Oxford Seminar in Advanced Jewish Studies, ‘Between Sacred and Profane – Jewish Musical Cultures in Early Modern Europe’
The Oxford Seminar in Advanced Jewish Studies for 2019-2020 will focus on Ashkenazic, Italian-Jewish and Western Sephardic musical expressions in Europe during the early modern period (excluding European Jewish communities under Ottoman rule). Special emphasis will be given to the connection of liturgical, semi-liturgical and secular spheres within both composition and performance practice—hence the title “Between Sacred and Profane”. A group of up to eight Visiting Fellows in each Oxford term will examine the connections between these three major Jewish cultural entities (especially in urban spaces where they were all part of a complex Jewish soundscape) and external connections with the European musical cultures in which this Jewish music developed.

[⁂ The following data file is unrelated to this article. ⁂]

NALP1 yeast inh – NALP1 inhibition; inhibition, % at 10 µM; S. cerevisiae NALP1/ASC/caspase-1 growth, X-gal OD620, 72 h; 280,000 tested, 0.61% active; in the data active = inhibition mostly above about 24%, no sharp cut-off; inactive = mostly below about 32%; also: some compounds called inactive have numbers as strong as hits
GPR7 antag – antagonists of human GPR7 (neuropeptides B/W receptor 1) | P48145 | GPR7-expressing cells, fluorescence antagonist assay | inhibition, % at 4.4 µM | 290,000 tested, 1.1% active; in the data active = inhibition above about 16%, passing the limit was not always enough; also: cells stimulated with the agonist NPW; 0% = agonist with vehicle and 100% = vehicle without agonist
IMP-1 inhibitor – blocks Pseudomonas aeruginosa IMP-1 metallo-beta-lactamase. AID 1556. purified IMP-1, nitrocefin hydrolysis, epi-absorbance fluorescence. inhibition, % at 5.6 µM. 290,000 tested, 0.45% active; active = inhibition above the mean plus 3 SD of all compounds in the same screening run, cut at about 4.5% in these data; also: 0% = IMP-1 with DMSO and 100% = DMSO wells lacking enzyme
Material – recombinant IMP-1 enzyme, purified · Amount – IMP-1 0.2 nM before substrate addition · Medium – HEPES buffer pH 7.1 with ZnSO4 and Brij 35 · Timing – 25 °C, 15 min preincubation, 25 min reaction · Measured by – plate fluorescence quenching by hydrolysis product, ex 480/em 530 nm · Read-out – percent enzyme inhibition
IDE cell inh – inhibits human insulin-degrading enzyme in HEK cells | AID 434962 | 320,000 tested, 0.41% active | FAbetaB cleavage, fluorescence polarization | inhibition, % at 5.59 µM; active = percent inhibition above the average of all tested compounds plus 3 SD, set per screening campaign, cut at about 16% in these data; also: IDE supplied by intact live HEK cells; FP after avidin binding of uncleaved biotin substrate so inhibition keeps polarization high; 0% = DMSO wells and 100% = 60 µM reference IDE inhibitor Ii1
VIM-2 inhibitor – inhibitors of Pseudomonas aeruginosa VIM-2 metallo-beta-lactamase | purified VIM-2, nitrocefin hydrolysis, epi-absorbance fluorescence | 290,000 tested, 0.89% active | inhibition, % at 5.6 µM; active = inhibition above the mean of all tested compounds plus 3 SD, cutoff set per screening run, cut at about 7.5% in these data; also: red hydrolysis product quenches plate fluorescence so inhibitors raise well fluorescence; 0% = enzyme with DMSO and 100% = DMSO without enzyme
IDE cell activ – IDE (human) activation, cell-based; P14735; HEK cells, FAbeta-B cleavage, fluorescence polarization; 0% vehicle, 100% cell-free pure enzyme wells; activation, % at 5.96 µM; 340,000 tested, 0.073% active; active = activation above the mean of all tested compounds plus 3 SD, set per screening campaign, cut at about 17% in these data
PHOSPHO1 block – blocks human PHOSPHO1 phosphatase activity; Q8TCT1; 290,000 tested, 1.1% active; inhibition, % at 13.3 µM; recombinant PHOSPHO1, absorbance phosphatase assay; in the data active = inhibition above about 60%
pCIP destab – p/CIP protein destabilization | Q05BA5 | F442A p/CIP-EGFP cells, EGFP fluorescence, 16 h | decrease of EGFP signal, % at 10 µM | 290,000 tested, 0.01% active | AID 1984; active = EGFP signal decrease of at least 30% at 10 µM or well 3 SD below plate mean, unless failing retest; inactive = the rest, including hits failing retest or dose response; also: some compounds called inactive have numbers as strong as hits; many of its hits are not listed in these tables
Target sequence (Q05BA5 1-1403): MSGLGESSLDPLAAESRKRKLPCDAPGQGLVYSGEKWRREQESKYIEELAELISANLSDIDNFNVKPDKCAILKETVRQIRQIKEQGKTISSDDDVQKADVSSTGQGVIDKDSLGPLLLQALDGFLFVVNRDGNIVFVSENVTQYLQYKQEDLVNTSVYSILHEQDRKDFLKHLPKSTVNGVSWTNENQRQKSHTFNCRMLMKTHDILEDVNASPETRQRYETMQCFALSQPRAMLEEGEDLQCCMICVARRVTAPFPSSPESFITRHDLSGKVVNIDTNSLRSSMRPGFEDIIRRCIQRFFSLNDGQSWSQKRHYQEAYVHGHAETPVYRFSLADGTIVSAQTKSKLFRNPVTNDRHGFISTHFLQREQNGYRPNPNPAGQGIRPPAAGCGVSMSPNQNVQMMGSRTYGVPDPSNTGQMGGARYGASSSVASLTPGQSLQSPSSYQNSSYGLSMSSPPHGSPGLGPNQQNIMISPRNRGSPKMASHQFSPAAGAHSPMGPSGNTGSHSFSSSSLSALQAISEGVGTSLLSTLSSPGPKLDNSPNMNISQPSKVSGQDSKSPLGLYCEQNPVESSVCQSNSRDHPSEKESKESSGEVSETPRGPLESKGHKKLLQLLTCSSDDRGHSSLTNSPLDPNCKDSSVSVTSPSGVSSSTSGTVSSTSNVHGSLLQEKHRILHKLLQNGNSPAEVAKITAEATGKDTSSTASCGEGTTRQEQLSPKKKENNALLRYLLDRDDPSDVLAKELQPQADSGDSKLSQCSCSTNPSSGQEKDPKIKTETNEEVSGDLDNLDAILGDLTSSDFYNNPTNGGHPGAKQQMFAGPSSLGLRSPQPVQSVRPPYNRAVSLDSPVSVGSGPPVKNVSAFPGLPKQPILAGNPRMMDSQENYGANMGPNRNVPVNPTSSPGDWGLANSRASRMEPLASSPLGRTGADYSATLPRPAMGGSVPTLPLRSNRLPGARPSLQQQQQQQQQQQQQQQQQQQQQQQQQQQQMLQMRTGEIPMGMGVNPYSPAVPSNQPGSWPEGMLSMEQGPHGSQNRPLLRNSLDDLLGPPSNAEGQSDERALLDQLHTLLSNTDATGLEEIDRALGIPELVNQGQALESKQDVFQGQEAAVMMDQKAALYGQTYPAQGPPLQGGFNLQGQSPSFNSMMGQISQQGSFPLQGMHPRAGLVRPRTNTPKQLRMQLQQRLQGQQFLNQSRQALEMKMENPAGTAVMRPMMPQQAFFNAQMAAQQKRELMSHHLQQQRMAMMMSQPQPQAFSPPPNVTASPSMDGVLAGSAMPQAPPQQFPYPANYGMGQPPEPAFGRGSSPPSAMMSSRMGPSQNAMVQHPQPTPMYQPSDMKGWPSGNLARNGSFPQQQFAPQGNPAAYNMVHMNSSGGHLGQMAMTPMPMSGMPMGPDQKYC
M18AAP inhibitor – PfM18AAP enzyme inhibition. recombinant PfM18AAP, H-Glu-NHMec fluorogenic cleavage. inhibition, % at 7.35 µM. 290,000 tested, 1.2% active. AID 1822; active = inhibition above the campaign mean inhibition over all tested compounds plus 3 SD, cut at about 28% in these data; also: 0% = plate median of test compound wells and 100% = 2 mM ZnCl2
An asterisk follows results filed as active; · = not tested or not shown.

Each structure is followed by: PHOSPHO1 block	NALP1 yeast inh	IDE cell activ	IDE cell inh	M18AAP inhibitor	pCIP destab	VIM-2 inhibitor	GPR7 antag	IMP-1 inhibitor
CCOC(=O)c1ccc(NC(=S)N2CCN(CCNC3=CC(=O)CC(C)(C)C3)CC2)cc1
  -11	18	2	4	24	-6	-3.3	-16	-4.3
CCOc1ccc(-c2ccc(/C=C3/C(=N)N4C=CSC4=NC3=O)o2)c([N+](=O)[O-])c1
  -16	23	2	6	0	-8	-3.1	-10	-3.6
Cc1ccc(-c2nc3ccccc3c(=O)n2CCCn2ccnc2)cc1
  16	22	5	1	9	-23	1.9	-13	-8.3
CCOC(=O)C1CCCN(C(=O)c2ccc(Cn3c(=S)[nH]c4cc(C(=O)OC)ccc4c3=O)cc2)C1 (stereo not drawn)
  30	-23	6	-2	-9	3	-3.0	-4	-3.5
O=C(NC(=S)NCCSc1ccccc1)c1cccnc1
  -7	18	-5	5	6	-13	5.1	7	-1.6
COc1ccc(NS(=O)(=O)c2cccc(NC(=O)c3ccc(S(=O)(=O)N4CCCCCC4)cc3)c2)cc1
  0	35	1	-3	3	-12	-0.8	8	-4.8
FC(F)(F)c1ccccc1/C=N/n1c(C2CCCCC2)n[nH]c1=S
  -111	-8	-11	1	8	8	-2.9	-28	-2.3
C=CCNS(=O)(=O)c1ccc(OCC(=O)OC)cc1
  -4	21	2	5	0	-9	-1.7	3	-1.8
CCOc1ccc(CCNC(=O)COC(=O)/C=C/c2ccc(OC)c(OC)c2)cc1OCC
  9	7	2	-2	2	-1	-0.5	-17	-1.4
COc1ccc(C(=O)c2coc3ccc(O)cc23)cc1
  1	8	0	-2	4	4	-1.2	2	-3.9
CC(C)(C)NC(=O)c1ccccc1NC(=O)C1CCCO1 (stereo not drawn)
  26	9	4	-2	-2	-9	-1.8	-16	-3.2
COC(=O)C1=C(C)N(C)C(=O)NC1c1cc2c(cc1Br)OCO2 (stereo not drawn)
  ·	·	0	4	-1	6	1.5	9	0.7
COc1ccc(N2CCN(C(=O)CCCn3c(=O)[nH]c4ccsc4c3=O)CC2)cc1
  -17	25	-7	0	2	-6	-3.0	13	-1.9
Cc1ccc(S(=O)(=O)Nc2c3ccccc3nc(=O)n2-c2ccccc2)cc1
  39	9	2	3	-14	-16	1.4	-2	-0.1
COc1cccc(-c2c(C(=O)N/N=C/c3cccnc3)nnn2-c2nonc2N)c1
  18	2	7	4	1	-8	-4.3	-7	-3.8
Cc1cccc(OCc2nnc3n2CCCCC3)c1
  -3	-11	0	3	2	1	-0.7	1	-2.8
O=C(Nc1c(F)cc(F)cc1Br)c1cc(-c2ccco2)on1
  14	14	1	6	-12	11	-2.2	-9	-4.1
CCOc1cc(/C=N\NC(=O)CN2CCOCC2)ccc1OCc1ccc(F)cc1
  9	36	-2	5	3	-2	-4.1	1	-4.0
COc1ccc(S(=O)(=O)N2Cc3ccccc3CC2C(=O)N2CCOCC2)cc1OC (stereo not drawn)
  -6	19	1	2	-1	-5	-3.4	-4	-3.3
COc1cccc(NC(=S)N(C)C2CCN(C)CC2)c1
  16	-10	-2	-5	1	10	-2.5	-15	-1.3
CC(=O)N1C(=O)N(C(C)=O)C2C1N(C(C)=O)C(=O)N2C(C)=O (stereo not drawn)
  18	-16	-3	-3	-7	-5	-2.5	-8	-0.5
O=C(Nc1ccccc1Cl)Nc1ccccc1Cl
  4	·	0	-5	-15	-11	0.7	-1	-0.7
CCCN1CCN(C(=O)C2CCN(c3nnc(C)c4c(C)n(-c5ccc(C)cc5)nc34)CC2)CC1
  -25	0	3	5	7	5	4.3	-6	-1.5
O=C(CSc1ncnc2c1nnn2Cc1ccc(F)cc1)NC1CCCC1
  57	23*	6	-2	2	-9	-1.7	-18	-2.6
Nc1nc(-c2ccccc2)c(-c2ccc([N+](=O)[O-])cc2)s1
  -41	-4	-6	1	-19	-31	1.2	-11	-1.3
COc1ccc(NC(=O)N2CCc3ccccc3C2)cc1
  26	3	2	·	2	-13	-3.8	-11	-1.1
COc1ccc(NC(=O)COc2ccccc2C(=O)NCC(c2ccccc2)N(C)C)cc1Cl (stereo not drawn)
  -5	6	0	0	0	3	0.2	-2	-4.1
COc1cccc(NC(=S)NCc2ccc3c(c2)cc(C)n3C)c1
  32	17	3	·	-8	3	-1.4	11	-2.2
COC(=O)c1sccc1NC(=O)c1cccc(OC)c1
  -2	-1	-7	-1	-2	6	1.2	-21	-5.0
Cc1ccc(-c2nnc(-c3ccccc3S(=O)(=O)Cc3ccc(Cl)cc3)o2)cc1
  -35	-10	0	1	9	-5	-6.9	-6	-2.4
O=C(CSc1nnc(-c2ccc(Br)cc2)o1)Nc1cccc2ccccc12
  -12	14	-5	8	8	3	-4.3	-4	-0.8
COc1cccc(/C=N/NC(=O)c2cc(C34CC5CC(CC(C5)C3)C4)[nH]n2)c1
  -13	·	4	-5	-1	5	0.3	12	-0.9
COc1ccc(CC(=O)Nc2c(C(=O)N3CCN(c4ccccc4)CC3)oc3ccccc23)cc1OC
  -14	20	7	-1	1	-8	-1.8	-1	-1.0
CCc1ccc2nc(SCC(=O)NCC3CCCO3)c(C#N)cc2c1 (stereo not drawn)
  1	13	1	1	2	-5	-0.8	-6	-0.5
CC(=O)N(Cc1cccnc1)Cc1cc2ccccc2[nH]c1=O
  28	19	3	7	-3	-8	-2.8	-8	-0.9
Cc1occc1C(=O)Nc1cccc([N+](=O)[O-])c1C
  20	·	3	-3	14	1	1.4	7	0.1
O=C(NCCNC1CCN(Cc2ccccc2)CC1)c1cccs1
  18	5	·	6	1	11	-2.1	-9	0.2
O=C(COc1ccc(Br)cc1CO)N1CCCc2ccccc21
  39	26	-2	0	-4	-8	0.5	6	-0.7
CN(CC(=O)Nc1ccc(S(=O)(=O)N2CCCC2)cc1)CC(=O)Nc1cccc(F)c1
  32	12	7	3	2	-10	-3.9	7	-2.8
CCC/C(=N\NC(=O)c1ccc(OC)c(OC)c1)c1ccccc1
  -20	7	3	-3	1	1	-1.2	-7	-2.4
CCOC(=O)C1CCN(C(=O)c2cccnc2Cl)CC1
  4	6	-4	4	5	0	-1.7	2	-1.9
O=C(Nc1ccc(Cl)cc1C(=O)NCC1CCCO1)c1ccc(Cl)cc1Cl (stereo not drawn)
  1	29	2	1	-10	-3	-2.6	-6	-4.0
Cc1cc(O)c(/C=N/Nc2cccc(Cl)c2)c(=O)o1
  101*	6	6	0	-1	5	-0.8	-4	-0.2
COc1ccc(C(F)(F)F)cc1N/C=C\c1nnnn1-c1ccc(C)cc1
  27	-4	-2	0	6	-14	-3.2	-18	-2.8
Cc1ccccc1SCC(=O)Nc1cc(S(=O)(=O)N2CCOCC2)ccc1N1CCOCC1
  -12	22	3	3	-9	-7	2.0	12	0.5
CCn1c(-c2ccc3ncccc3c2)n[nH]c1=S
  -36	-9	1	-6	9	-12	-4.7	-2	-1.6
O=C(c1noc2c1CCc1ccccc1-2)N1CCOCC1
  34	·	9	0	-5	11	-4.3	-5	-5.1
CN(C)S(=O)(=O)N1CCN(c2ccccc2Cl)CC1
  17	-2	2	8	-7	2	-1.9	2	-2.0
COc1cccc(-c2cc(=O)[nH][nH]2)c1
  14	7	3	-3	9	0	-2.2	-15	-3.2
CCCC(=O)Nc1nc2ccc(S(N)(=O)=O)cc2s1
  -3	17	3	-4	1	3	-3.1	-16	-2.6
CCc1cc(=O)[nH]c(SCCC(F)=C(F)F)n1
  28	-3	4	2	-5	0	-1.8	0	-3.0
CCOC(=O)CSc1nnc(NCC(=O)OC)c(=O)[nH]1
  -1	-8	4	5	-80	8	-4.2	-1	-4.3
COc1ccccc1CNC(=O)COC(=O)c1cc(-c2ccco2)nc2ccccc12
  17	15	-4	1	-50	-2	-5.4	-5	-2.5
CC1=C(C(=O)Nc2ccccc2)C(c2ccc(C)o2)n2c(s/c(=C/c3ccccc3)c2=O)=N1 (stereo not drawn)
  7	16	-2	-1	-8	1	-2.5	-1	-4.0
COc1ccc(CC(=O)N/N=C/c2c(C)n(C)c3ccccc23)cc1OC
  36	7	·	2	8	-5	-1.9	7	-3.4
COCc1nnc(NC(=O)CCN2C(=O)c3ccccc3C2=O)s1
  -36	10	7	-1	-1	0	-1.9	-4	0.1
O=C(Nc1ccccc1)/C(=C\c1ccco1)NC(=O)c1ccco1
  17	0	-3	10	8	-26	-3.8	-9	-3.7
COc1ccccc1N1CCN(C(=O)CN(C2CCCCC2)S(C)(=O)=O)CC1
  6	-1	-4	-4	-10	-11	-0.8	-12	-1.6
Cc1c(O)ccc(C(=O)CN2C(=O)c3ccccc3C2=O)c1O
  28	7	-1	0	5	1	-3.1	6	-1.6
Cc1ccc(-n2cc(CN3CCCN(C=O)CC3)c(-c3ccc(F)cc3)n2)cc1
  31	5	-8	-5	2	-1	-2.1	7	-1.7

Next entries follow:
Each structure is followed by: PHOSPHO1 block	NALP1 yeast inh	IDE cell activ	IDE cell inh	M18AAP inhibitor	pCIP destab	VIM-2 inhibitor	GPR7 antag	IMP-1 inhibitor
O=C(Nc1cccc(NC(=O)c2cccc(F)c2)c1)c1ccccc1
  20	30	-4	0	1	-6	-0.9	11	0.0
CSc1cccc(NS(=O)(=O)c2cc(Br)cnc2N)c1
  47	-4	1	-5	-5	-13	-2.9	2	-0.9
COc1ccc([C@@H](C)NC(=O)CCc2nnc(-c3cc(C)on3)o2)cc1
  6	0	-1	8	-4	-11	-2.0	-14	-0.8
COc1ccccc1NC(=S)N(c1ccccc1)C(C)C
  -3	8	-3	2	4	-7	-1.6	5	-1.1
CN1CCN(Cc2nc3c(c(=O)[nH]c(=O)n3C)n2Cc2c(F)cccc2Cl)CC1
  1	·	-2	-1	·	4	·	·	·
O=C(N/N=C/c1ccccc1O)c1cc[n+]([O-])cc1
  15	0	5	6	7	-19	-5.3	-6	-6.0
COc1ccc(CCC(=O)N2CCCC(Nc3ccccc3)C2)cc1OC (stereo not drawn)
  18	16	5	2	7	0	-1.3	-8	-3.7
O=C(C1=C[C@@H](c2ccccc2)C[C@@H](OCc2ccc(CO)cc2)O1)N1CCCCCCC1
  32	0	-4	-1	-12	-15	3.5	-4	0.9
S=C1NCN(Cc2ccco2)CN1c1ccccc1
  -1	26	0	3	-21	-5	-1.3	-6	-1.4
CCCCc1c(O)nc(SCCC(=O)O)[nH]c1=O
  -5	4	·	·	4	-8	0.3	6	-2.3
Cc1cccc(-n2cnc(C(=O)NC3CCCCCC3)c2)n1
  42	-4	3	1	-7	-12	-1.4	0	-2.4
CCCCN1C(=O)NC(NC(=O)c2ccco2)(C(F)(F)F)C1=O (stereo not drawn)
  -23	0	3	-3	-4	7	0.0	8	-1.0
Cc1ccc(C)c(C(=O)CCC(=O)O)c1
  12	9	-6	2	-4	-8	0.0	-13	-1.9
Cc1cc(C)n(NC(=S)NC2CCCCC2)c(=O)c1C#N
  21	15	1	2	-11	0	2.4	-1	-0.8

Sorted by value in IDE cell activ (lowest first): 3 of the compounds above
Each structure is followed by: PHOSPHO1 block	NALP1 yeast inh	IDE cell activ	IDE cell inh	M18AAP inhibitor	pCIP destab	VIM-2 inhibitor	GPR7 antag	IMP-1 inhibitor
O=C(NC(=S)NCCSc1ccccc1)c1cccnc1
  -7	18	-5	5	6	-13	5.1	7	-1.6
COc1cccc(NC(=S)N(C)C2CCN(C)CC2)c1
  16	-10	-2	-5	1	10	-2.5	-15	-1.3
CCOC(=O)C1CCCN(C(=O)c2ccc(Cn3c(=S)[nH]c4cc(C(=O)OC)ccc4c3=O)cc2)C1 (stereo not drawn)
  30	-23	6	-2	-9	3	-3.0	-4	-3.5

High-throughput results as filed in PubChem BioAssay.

The study of Jewish Music 1500-1750 has been fuelled in the course of the last decades by the discovery of the early modern period as one of the formative periods in Jewish history; by a shift of focus from a ‘high culture’ perspective to the history of everyday life and gender studies, including the vernaculars and their musical expressions; by the rediscovery of important materials relating to the music of the Sephardic and Italian Jewish communities in the West; by reconstructions of Jewish song culture and performance practice in Italy and Ashkenaz; by the discovery of secondary sources on Jewish Music in this period in the writings of Christian Hebraists and fragments in Christian compositions; and by analysis of concepts expressed by Jewish religious authorities with regard to music. The group will build on this earlier work, examining in particular the manifestations of Jewish music which elude the categories found in Western musical traditions, such as synagogue music, prayer chants, various semi-liturgical songs and hymns and the traditions that would eventually evolve into klezmer, as well as the interdependence and processes of demarcation between sacred and profane in various European Jewish musical cultures throughout this period.